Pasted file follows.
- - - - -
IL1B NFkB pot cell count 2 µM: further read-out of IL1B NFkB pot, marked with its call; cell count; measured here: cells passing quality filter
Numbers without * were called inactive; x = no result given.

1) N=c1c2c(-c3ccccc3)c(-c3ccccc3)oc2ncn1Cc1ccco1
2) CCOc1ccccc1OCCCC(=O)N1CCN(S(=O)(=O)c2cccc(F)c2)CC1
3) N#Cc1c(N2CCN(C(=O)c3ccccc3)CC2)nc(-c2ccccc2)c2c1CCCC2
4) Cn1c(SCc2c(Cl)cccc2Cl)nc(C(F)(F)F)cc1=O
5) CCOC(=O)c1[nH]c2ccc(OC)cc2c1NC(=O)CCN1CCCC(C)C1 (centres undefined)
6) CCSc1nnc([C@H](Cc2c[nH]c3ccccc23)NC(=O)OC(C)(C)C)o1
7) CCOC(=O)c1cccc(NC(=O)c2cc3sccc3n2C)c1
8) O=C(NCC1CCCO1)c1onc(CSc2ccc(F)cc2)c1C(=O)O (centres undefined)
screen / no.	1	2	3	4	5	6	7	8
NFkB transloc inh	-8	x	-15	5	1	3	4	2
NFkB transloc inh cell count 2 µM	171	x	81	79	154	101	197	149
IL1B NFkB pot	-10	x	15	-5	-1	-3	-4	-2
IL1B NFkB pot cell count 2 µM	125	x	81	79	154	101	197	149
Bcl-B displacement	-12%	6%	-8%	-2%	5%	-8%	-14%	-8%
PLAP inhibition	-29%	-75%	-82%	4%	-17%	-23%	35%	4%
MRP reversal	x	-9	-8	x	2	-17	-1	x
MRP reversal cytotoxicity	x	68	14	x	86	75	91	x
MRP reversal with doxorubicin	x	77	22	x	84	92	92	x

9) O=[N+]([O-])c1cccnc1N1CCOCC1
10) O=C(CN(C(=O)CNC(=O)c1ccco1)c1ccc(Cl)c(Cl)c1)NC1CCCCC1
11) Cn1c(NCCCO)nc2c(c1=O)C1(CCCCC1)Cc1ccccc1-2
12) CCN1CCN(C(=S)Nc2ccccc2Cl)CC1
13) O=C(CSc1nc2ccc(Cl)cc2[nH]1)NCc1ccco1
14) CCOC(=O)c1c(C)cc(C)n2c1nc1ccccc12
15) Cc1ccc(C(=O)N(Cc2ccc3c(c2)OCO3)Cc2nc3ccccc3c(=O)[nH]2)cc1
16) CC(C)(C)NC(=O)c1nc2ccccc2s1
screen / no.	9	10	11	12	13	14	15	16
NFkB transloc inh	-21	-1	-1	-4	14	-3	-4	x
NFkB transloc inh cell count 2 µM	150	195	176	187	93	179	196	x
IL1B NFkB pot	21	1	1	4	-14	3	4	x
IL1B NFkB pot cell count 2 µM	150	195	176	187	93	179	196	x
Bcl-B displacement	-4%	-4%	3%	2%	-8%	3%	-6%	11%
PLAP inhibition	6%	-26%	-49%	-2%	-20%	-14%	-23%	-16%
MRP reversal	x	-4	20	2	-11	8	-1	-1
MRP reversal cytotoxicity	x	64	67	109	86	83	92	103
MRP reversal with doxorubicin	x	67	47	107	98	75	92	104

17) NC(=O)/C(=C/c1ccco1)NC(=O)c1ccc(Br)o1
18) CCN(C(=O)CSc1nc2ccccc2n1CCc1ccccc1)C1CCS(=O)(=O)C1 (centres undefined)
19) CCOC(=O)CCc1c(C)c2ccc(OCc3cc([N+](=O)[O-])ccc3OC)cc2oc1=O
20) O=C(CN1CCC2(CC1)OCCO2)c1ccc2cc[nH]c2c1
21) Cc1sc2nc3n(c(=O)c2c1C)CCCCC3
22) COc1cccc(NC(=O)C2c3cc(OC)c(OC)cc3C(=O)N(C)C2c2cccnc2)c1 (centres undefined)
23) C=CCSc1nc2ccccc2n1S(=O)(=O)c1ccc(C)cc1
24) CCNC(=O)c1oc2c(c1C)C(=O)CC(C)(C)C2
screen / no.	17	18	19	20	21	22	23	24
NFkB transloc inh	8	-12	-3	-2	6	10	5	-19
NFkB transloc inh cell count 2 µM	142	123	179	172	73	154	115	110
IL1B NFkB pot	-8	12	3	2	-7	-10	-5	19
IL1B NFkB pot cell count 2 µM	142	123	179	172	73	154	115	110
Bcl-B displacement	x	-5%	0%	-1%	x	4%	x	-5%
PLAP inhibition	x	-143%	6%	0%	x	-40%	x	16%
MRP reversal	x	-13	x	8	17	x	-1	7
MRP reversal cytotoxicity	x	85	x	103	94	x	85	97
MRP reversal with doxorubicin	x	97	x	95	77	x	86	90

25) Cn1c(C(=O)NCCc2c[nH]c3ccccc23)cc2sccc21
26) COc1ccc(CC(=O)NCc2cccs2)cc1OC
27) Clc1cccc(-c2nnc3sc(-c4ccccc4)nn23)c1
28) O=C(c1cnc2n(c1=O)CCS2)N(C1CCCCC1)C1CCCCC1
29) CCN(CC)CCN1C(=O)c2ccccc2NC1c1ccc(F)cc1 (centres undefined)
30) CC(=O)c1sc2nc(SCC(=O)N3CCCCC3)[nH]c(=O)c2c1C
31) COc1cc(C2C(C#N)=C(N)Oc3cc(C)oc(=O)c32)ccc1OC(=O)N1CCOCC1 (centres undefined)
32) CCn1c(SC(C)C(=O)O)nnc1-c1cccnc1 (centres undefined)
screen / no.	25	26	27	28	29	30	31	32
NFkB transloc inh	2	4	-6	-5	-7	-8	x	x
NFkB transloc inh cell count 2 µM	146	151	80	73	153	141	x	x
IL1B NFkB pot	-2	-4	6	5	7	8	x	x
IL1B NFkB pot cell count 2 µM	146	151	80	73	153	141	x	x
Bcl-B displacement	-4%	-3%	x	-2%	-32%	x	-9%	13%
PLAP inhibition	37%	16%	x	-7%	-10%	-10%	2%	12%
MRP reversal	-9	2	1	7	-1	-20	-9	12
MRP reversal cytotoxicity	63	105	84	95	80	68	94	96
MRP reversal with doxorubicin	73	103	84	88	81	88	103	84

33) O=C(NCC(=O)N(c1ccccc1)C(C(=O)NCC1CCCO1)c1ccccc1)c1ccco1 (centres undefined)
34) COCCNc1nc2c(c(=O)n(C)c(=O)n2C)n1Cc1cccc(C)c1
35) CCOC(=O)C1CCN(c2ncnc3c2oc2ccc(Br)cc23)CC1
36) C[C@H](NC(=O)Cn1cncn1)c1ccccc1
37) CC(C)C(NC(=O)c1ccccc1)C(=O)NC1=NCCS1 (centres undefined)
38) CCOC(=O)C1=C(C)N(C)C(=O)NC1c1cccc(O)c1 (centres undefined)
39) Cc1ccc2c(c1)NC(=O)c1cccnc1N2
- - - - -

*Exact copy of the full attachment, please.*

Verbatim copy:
IL1B NFkB pot cell count 2 µM: further read-out of IL1B NFkB pot, marked with its call; cell count; measured here: cells passing quality filter
Numbers without * were called inactive; x = no result given.

1) N=c1c2c(-c3ccccc3)c(-c3ccccc3)oc2ncn1Cc1ccco1
2) CCOc1ccccc1OCCCC(=O)N1CCN(S(=O)(=O)c2cccc(F)c2)CC1
3) N#Cc1c(N2CCN(C(=O)c3ccccc3)CC2)nc(-c2ccccc2)c2c1CCCC2
4) Cn1c(SCc2c(Cl)cccc2Cl)nc(C(F)(F)F)cc1=O
5) CCOC(=O)c1[nH]c2ccc(OC)cc2c1NC(=O)CCN1CCCC(C)C1 (centres undefined)
6) CCSc1nnc([C@H](Cc2c[nH]c3ccccc23)NC(=O)OC(C)(C)C)o1
7) CCOC(=O)c1cccc(NC(=O)c2cc3sccc3n2C)c1
8) O=C(NCC1CCCO1)c1onc(CSc2ccc(F)cc2)c1C(=O)O (centres undefined)
screen / no.	1	2	3	4	5	6	7	8
NFkB transloc inh	-8	x	-15	5	1	3	4	2
NFkB transloc inh cell count 2 µM	171	x	81	79	154	101	197	149
IL1B NFkB pot	-10	x	15	-5	-1	-3	-4	-2
IL1B NFkB pot cell count 2 µM	125	x	81	79	154	101	197	149
Bcl-B displacement	-12%	6%	-8%	-2%	5%	-8%	-14%	-8%
PLAP inhibition	-29%	-75%	-82%	4%	-17%	-23%	35%	4%
MRP reversal	x	-9	-8	x	2	-17	-1	x
MRP reversal cytotoxicity	x	68	14	x	86	75	91	x
MRP reversal with doxorubicin	x	77	22	x	84	92	92	x

9) O=[N+]([O-])c1cccnc1N1CCOCC1
10) O=C(CN(C(=O)CNC(=O)c1ccco1)c1ccc(Cl)c(Cl)c1)NC1CCCCC1
11) Cn1c(NCCCO)nc2c(c1=O)C1(CCCCC1)Cc1ccccc1-2
12) CCN1CCN(C(=S)Nc2ccccc2Cl)CC1
13) O=C(CSc1nc2ccc(Cl)cc2[nH]1)NCc1ccco1
14) CCOC(=O)c1c(C)cc(C)n2c1nc1ccccc12
15) Cc1ccc(C(=O)N(Cc2ccc3c(c2)OCO3)Cc2nc3ccccc3c(=O)[nH]2)cc1
16) CC(C)(C)NC(=O)c1nc2ccccc2s1
screen / no.	9	10	11	12	13	14	15	16
NFkB transloc inh	-21	-1	-1	-4	14	-3	-4	x
NFkB transloc inh cell count 2 µM	150	195	176	187	93	179	196	x
IL1B NFkB pot	21	1	1	4	-14	3	4	x
IL1B NFkB pot cell count 2 µM	150	195	176	187	93	179	196	x
Bcl-B displacement	-4%	-4%	3%	2%	-8%	3%	-6%	11%
PLAP inhibition	6%	-26%	-49%	-2%	-20%	-14%	-23%	-16%
MRP reversal	x	-4	20	2	-11	8	-1	-1
MRP reversal cytotoxicity	x	64	67	109	86	83	92	103
MRP reversal with doxorubicin	x	67	47	107	98	75	92	104

17) NC(=O)/C(=C/c1ccco1)NC(=O)c1ccc(Br)o1
18) CCN(C(=O)CSc1nc2ccccc2n1CCc1ccccc1)C1CCS(=O)(=O)C1 (centres undefined)
19) CCOC(=O)CCc1c(C)c2ccc(OCc3cc([N+](=O)[O-])ccc3OC)cc2oc1=O
20) O=C(CN1CCC2(CC1)OCCO2)c1ccc2cc[nH]c2c1
21) Cc1sc2nc3n(c(=O)c2c1C)CCCCC3
22) COc1cccc(NC(=O)C2c3cc(OC)c(OC)cc3C(=O)N(C)C2c2cccnc2)c1 (centres undefined)
23) C=CCSc1nc2ccccc2n1S(=O)(=O)c1ccc(C)cc1
24) CCNC(=O)c1oc2c(c1C)C(=O)CC(C)(C)C2
screen / no.	17	18	19	20	21	22	23	24
NFkB transloc inh	8	-12	-3	-2	6	10	5	-19
NFkB transloc inh cell count 2 µM	142	123	179	172	73	154	115	110
IL1B NFkB pot	-8	12	3	2	-7	-10	-5	19
IL1B NFkB pot cell count 2 µM	142	123	179	172	73	154	115	110
Bcl-B displacement	x	-5%	0%	-1%	x	4%	x	-5%
PLAP inhibition	x	-143%	6%	0%	x	-40%	x	16%
MRP reversal	x	-13	x	8	17	x	-1	7
MRP reversal cytotoxicity	x	85	x	103	94	x	85	97
MRP reversal with doxorubicin	x	97	x	95	77	x	86	90

25) Cn1c(C(=O)NCCc2c[nH]c3ccccc23)cc2sccc21
26) COc1ccc(CC(=O)NCc2cccs2)cc1OC
27) Clc1cccc(-c2nnc3sc(-c4ccccc4)nn23)c1
28) O=C(c1cnc2n(c1=O)CCS2)N(C1CCCCC1)C1CCCCC1
29) CCN(CC)CCN1C(=O)c2ccccc2NC1c1ccc(F)cc1 (centres undefined)
30) CC(=O)c1sc2nc(SCC(=O)N3CCCCC3)[nH]c(=O)c2c1C
31) COc1cc(C2C(C#N)=C(N)Oc3cc(C)oc(=O)c32)ccc1OC(=O)N1CCOCC1 (centres undefined)
32) CCn1c(SC(C)C(=O)O)nnc1-c1cccnc1 (centres undefined)
screen / no.	25	26	27	28	29	30	31	32
NFkB transloc inh	2	4	-6	-5	-7	-8	x	x
NFkB transloc inh cell count 2 µM	146	151	80	73	153	141	x	x
IL1B NFkB pot	-2	-4	6	5	7	8	x	x
IL1B NFkB pot cell count 2 µM	146	151	80	73	153	141	x	x
Bcl-B displacement	-4%	-3%	x	-2%	-32%	x	-9%	13%
PLAP inhibition	37%	16%	x	-7%	-10%	-10%	2%	12%
MRP reversal	-9	2	1	7	-1	-20	-9	12
MRP reversal cytotoxicity	63	105	84	95	80	68	94	96
MRP reversal with doxorubicin	73	103	84	88	81	88	103	84

33) O=C(NCC(=O)N(c1ccccc1)C(C(=O)NCC1CCCO1)c1ccccc1)c1ccco1 (centres undefined)
34) COCCNc1nc2c(c(=O)n(C)c(=O)n2C)n1Cc1cccc(C)c1
35) CCOC(=O)C1CCN(c2ncnc3c2oc2ccc(Br)cc23)CC1
36) C[C@H](NC(=O)Cn1cncn1)c1ccccc1
37) CC(C)C(NC(=O)c1ccccc1)C(=O)NC1=NCCS1 (centres undefined)
38) CCOC(=O)C1=C(C)N(C)C(=O)NC1c1cccc(O)c1 (centres undefined)
39) Cc1ccc2c(c1)NC(=O)c1cccnc1N2